They discovered that not only did I have a lump; it was the worst kind of lump. Suddenly everything changed and became very serious. What was originally planned as a simple outpatient procedure had turned into major surgery, including radiotherapy, or worse, if they found anything else.

I would also have to have medication to control the oestrogen in my body, and although I joked about growing a beard, inside, I wasn’t laughing.

Even though it was the worst possible news, the surgical registrar insisted that I would be eventually be fine. The cancer had been caught early and would be removed efficiently.

They seemed so sure of the outcome, but deep down inside I was having trouble believing them. My medical history suggested otherwise, for the words complications and trouble must be written on my birth certificate somewhere.

I came home from the hospital, stunned into silence. No humour or smart remarks that day. My family tried hard not to get upset, but I witnessed first- hand how much I was loved by every single one of them and that was the saddest part of all.

My lump (I refuse to call it by its proper name) was removed just after Christmas. I tried to keep a brave face, but inside I was angry, not scared and glad to get it out of my body. My instincts tell me that I probably will be all right eventually.

However, it was a hell of a way to start the New Year!

Tuesday, 2 February 2016

Witch Ever Way you look at it...

           Our Review of the week...

Do you have the perfect life? Annie does. The perfect friend. The perfect business. And the perfect grandmother. She doesn't need anything else, and certainly not Mace Anderson, the too-clever-for-his-own-good new neighbour who has moved into Honeysuckle Cottage. Unfortunately, Annie’s grandmother isn't of the same opinion and has decided to use her ‘craft’ to spell the enigmatic Mace to fall in love with her granddaughter.

About the Author
Jennie Orbell writes contemporary fiction and to date has four published novels, a short story compilation, and a nonfiction book, compiled from her blog entries - "Two Chucks and a Tabby Cat". Jennie lives in Leicestershire, where she shares her life with a very laid-back man, two chickens, and a tabby cat - this last fact may not have been written in strict order of importance!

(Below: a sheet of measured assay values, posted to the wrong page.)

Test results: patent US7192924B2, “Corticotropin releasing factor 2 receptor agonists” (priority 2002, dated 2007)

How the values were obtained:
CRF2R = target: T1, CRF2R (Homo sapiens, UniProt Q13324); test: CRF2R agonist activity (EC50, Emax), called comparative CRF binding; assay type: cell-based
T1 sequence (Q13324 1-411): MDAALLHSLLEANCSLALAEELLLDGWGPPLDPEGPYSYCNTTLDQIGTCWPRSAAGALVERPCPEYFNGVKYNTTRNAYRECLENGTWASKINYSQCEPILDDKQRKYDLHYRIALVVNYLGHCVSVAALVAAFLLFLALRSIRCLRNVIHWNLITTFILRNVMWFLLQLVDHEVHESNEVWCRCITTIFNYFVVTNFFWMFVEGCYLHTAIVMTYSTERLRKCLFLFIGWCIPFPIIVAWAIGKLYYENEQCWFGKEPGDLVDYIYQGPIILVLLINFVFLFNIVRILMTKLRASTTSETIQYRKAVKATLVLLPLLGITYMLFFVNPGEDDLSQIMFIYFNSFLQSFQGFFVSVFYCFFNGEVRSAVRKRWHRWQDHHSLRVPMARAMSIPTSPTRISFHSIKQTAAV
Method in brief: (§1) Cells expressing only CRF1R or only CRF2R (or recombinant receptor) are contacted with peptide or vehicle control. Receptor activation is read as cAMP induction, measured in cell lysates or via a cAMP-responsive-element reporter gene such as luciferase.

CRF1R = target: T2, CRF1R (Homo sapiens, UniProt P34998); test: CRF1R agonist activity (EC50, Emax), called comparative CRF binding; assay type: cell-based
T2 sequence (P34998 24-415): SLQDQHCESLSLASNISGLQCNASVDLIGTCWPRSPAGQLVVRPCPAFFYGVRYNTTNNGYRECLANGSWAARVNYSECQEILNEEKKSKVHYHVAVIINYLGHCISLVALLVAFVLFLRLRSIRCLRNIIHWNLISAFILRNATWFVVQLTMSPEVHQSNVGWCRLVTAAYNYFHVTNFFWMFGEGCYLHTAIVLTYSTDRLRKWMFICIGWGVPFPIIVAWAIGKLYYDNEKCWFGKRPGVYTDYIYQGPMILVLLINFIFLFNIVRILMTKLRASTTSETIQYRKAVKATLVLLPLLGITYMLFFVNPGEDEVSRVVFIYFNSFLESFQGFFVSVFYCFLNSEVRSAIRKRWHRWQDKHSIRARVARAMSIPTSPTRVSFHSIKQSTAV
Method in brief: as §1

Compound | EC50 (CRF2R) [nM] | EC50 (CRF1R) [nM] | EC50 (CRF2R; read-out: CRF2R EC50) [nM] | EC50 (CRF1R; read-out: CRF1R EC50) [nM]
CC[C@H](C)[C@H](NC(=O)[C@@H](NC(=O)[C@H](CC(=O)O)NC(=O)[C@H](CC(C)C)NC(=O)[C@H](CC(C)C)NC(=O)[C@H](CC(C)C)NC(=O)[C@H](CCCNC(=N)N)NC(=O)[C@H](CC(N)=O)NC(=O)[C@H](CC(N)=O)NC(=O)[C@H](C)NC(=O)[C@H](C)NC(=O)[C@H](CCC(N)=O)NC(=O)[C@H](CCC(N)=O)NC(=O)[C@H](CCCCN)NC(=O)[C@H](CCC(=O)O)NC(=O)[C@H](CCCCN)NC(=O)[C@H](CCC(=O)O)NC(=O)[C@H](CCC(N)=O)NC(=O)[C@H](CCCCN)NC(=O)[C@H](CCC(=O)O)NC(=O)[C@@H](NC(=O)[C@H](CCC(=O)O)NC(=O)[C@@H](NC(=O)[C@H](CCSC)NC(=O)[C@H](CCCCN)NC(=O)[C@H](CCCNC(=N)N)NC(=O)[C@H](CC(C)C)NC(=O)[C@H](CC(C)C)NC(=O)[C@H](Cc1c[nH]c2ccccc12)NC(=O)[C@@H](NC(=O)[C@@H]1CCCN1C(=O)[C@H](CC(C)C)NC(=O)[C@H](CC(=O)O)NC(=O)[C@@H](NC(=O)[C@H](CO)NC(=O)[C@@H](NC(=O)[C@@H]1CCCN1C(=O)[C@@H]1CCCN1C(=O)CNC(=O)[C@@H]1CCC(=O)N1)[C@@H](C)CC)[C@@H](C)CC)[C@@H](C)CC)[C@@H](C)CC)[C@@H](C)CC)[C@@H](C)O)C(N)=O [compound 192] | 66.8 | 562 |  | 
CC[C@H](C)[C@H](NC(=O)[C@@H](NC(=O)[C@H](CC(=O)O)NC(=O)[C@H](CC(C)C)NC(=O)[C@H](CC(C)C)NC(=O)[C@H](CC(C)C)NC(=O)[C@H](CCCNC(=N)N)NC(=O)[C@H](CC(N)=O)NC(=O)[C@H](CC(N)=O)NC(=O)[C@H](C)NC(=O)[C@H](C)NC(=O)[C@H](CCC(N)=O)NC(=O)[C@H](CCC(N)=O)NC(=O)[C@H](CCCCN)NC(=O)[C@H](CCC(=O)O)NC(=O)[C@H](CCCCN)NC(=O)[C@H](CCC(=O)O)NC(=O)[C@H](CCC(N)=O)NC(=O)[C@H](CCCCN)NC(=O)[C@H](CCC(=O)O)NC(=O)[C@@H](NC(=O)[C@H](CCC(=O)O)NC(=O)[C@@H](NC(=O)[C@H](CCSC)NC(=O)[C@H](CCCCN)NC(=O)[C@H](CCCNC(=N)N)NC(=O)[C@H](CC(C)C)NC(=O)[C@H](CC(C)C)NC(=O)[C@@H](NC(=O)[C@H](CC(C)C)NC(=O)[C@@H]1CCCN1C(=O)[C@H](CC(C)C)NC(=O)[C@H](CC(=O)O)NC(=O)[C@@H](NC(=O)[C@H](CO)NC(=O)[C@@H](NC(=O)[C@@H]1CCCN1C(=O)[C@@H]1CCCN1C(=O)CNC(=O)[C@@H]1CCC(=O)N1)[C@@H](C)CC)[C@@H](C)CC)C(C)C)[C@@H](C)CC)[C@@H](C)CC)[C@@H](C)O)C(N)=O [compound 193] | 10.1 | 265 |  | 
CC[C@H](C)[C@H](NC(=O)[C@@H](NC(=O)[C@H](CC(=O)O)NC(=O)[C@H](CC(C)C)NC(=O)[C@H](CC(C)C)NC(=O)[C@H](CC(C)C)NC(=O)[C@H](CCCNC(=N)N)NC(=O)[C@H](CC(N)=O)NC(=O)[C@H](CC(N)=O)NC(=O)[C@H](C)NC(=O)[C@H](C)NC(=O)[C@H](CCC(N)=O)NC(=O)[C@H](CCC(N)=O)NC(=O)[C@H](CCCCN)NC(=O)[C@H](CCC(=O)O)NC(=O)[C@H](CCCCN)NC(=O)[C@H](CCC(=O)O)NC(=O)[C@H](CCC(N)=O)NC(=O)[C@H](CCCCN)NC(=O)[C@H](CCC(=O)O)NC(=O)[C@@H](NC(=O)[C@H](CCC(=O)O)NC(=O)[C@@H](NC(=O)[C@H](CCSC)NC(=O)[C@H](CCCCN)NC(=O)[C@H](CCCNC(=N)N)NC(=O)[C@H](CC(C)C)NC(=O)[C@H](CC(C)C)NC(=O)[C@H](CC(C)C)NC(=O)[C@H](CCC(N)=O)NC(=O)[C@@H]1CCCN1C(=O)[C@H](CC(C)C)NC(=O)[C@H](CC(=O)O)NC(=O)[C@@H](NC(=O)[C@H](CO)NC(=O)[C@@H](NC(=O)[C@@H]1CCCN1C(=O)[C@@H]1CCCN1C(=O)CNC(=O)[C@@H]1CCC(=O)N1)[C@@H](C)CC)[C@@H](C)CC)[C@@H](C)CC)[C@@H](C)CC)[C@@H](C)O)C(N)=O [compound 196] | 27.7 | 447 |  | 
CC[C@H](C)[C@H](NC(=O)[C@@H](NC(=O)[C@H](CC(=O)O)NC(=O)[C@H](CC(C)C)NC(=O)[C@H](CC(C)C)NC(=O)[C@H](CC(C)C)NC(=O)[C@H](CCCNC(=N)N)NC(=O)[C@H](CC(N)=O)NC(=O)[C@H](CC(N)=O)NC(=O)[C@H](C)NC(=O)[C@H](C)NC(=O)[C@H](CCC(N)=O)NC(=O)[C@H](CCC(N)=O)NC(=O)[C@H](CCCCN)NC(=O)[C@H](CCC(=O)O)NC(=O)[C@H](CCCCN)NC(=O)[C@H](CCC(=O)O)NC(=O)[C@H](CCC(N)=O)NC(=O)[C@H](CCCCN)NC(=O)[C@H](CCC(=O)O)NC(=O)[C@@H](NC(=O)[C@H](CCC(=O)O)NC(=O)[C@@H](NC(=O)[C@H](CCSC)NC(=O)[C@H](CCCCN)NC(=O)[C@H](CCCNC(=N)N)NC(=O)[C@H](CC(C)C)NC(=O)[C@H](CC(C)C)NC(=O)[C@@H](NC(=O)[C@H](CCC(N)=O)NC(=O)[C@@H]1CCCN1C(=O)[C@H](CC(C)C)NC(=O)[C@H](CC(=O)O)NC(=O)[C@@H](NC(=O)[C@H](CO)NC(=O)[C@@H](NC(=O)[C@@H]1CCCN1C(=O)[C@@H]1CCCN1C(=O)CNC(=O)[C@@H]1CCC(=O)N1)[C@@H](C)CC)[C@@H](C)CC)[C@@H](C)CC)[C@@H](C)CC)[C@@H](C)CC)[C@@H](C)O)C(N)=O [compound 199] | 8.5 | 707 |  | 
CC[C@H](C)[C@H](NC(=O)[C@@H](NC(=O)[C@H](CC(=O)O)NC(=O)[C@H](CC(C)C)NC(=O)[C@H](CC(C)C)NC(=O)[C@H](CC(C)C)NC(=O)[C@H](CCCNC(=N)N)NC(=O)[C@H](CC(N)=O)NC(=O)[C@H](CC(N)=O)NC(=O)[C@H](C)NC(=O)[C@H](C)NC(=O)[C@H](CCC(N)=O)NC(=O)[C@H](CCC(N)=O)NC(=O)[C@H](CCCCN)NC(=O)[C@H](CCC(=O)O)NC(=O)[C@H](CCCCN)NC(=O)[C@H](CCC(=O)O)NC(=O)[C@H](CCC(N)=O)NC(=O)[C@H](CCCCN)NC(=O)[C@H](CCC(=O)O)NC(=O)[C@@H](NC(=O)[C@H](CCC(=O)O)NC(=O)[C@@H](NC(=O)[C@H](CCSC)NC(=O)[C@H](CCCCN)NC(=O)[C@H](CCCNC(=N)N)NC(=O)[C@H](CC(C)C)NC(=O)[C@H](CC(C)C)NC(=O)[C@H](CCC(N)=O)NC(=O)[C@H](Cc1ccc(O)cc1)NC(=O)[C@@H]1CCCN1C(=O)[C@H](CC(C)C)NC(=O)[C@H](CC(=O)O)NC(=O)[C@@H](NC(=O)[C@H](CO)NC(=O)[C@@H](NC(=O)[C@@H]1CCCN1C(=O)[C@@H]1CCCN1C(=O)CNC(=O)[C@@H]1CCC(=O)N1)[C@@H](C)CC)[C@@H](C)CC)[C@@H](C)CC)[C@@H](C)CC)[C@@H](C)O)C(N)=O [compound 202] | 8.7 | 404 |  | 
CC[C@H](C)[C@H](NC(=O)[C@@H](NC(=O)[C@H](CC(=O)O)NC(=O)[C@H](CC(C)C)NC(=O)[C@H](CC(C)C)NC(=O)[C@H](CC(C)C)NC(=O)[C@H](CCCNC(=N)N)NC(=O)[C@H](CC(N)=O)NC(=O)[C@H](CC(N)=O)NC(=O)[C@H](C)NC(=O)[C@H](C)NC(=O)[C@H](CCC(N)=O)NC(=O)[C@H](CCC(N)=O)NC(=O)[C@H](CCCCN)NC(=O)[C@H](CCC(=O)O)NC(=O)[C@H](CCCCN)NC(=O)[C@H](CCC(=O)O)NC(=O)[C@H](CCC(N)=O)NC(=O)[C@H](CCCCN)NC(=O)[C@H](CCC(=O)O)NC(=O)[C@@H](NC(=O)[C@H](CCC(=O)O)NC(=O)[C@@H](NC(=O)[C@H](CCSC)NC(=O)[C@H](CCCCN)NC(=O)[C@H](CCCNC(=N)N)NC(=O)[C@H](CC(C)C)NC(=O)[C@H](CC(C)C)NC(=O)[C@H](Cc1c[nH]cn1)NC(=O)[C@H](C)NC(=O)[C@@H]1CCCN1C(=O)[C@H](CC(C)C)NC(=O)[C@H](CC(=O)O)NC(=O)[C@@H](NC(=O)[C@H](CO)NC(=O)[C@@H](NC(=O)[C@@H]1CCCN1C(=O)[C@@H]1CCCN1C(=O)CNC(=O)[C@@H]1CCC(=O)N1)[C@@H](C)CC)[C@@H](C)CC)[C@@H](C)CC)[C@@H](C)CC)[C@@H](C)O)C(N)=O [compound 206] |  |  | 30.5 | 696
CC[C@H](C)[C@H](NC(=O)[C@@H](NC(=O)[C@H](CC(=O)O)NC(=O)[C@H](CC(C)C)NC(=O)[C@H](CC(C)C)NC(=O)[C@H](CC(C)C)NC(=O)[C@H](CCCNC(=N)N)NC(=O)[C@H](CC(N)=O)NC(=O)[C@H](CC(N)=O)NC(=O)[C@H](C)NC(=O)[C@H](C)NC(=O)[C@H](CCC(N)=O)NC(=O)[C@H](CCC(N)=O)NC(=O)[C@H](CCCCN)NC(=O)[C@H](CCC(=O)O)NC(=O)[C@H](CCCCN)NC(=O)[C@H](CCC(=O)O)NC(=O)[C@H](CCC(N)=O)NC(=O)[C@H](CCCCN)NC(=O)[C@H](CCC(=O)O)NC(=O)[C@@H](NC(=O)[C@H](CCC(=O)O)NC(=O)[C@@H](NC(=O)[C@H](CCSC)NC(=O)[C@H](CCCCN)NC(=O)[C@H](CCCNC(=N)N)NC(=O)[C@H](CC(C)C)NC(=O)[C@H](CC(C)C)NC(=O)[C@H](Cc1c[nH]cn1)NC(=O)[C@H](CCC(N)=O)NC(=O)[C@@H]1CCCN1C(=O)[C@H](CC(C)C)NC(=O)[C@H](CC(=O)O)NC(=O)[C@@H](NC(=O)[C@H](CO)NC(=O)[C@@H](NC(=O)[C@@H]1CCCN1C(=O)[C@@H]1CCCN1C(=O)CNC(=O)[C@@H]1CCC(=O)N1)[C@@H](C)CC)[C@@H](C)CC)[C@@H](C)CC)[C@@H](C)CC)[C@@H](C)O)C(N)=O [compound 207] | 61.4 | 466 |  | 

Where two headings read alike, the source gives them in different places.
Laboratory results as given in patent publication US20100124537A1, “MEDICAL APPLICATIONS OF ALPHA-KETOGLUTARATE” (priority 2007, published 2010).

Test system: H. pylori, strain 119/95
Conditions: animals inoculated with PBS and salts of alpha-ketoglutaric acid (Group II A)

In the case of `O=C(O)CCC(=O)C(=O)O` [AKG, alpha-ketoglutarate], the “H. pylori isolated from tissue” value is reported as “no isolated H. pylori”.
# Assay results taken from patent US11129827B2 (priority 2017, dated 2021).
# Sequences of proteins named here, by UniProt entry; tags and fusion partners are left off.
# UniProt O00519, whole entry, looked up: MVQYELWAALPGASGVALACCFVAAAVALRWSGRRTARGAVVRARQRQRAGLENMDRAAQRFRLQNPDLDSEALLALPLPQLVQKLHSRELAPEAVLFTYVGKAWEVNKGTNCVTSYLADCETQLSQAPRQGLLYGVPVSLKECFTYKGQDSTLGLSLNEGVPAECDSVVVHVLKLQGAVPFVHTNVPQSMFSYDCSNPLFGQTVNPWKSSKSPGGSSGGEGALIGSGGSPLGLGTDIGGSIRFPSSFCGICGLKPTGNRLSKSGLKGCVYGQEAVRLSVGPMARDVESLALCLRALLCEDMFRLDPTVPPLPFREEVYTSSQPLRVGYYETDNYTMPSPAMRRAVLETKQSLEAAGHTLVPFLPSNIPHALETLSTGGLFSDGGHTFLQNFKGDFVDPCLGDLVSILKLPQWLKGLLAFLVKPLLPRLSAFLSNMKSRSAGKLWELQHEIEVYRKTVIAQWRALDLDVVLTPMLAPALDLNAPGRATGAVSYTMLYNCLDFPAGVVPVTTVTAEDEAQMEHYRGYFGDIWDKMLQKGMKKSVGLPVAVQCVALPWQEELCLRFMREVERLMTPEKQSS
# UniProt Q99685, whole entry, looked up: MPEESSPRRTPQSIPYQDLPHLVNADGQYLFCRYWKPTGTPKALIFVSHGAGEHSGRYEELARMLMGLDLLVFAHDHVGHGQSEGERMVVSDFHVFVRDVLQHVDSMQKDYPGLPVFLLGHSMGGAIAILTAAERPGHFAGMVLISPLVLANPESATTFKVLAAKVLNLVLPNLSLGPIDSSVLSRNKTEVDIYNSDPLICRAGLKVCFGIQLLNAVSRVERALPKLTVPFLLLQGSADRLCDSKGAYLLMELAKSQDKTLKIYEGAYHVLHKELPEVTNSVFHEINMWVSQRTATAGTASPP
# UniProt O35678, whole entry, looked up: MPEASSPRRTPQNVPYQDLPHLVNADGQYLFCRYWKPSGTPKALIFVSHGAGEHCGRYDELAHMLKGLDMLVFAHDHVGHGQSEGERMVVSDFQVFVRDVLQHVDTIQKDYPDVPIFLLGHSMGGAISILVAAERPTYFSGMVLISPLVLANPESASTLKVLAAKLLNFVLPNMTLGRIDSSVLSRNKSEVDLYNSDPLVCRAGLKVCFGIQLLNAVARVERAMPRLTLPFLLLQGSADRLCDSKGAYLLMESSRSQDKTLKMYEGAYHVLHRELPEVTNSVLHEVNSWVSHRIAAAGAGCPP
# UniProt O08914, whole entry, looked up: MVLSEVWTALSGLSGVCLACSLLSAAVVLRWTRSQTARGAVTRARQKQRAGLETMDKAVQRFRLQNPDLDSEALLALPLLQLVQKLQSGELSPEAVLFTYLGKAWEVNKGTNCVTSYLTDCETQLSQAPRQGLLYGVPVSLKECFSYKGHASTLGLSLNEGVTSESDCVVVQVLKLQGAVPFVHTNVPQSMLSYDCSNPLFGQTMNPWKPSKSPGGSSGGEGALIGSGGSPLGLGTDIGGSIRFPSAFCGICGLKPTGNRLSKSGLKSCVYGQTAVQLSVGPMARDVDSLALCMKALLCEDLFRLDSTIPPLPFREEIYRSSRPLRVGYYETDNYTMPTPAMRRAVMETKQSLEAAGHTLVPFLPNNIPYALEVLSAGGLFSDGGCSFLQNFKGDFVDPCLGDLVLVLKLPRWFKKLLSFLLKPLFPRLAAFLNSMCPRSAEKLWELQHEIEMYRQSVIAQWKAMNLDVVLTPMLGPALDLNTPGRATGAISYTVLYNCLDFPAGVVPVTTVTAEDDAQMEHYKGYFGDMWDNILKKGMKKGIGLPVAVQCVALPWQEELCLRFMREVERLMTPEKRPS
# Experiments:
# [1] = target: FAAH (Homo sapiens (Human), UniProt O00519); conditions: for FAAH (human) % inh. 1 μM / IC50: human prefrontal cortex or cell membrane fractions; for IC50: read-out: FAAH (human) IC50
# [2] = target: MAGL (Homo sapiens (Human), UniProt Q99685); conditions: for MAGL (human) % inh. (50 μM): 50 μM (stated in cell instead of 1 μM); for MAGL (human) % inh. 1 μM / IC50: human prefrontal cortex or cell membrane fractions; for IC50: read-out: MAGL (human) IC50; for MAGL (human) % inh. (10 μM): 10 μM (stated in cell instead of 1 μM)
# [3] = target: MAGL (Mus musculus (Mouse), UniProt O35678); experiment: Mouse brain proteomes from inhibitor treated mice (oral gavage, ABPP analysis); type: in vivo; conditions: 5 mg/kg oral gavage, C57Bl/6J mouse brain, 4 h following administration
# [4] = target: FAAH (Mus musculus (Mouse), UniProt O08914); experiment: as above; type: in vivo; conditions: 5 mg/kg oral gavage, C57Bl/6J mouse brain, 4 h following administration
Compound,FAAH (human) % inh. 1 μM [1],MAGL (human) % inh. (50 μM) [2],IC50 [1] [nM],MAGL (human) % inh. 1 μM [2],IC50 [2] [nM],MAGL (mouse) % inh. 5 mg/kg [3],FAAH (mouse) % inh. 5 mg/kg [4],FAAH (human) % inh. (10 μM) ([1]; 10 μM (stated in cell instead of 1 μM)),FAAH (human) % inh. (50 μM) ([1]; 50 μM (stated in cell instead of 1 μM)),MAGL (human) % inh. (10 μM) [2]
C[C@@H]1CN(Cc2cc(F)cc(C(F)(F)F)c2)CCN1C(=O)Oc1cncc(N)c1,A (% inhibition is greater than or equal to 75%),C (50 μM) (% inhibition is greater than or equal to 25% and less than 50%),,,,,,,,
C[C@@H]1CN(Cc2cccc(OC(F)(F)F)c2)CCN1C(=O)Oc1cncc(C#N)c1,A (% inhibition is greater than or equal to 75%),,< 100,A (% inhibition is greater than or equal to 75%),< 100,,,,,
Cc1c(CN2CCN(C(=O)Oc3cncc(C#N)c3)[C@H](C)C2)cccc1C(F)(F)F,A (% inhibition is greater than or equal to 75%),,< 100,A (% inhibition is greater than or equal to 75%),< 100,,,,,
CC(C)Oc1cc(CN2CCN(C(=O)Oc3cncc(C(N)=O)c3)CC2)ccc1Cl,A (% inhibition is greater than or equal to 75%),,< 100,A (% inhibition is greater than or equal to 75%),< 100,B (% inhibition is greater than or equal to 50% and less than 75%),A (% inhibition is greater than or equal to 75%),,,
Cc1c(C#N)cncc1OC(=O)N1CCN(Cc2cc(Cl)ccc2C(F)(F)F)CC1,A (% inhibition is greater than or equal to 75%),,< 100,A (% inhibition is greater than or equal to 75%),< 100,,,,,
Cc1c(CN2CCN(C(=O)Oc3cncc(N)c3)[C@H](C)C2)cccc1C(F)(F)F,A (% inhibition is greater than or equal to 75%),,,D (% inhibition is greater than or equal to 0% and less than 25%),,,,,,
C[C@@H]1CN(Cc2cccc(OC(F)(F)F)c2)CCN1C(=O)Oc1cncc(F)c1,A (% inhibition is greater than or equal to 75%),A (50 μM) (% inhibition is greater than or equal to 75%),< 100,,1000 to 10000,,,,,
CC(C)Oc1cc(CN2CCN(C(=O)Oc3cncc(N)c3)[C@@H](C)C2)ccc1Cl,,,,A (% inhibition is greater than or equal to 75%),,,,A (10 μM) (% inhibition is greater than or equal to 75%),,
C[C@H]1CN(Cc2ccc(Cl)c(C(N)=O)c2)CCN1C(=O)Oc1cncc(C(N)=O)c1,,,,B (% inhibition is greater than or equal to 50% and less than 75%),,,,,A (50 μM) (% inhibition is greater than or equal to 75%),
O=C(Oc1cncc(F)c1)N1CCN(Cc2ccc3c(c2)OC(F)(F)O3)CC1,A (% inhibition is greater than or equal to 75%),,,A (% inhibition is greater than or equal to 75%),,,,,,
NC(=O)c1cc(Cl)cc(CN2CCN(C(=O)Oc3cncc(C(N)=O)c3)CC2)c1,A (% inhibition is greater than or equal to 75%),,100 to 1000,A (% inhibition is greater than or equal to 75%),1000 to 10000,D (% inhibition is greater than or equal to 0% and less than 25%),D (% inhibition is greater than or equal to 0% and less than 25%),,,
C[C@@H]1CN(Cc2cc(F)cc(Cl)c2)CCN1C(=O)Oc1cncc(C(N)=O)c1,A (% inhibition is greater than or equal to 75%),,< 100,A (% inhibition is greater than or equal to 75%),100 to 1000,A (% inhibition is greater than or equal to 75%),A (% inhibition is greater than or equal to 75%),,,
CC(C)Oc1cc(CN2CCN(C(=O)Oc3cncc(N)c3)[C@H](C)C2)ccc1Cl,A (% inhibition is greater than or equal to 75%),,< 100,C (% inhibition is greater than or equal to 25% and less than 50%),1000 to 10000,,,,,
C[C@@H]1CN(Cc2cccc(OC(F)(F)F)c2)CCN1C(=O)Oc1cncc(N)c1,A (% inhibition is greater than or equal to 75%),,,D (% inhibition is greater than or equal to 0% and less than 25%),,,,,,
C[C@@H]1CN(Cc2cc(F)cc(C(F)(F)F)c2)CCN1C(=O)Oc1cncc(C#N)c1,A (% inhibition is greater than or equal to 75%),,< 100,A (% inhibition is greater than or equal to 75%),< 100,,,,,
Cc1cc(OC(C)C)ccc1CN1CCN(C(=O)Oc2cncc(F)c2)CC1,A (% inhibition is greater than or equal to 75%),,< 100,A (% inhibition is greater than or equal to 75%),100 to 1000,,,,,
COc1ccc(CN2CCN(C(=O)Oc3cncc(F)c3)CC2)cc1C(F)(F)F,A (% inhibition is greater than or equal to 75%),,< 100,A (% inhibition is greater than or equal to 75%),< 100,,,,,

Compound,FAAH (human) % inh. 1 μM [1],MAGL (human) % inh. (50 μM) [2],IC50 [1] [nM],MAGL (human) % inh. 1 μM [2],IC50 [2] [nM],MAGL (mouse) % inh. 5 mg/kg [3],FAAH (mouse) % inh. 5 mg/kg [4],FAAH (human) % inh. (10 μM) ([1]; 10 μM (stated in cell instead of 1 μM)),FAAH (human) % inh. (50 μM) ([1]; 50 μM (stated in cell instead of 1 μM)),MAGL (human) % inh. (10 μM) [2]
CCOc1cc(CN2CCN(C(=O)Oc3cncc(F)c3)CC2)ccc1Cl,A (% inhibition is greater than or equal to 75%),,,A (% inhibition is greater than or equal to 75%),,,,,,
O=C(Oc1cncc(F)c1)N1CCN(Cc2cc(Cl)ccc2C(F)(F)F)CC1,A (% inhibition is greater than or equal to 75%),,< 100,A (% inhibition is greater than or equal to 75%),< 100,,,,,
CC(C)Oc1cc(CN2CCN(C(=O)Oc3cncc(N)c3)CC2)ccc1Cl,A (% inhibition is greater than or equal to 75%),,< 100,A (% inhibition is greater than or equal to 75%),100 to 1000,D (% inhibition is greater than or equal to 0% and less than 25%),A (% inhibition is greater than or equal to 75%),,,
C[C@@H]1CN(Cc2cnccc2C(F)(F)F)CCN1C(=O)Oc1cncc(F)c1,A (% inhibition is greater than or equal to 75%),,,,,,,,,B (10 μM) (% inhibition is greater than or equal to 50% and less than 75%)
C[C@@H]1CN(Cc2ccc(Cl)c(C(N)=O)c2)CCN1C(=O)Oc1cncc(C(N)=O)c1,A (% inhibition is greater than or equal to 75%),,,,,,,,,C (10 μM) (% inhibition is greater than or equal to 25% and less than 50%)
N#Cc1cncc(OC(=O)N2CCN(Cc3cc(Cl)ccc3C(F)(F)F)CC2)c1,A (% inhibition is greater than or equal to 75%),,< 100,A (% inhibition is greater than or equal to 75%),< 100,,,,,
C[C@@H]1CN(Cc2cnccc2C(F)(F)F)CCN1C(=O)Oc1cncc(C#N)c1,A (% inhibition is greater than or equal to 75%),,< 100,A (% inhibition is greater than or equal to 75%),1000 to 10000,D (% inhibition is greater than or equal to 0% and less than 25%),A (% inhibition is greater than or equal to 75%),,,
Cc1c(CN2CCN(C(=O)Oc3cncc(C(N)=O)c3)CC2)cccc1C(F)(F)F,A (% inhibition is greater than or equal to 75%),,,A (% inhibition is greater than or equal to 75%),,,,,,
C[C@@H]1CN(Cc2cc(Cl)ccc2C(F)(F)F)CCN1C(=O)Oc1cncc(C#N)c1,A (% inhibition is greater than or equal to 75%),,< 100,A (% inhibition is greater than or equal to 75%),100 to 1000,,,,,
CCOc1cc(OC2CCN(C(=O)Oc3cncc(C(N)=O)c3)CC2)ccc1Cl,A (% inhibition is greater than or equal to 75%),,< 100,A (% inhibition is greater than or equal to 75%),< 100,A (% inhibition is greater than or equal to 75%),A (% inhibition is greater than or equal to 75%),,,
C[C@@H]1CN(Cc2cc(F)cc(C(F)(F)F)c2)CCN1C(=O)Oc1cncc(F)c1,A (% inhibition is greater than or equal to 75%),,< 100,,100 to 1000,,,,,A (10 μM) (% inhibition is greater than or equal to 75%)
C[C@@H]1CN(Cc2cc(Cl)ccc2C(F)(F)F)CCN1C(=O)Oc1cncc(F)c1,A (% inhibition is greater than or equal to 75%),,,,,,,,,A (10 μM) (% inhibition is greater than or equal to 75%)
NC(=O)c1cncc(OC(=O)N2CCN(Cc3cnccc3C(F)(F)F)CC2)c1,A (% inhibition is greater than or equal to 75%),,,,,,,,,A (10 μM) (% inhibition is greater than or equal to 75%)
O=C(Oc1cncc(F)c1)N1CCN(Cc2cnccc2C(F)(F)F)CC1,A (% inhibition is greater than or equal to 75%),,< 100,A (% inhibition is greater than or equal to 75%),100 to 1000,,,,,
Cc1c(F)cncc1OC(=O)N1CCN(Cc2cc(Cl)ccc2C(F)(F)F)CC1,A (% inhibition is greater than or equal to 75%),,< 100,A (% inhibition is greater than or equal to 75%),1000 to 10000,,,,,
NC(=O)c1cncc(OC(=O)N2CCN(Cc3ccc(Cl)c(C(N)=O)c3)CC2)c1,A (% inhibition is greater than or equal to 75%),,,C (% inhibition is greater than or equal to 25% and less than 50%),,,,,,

A witch’s life should be perfect, right?

But Annie has no intentions of becoming a witch like her grandmother. She is young, attractive, headstrong and single, and sometimes her life has a habit of turning itself upside down at a moment’s notice and she could use a magic wand.

jennie Orbell
In the beginning, this story was deliciously funny and I anticipated a fun read. However, mysterious forces were soon at work, and a serious thread became apparent.

Her best friend Lizzie, a widow, is struggling to bring up her young son, trying desperately to forget how her husband died and continue living her life without him.

Annie has dark memories too, a nasty accident that she refuses to think about.
Then an attractive man moves into the cottage just across the street, triggering her grandmother to conjure up wedding bells. But maybe he likes Lizzie instead?

A brilliantly intricate story. So much going on and at times I laughed aloud. The serious bits were incredibly sad, but it works out well in the end, after a well thought out twist that I didn’t see coming.

I would definitely recommend this well written book, for it has something for everyone and I defy you to read it with a straight face!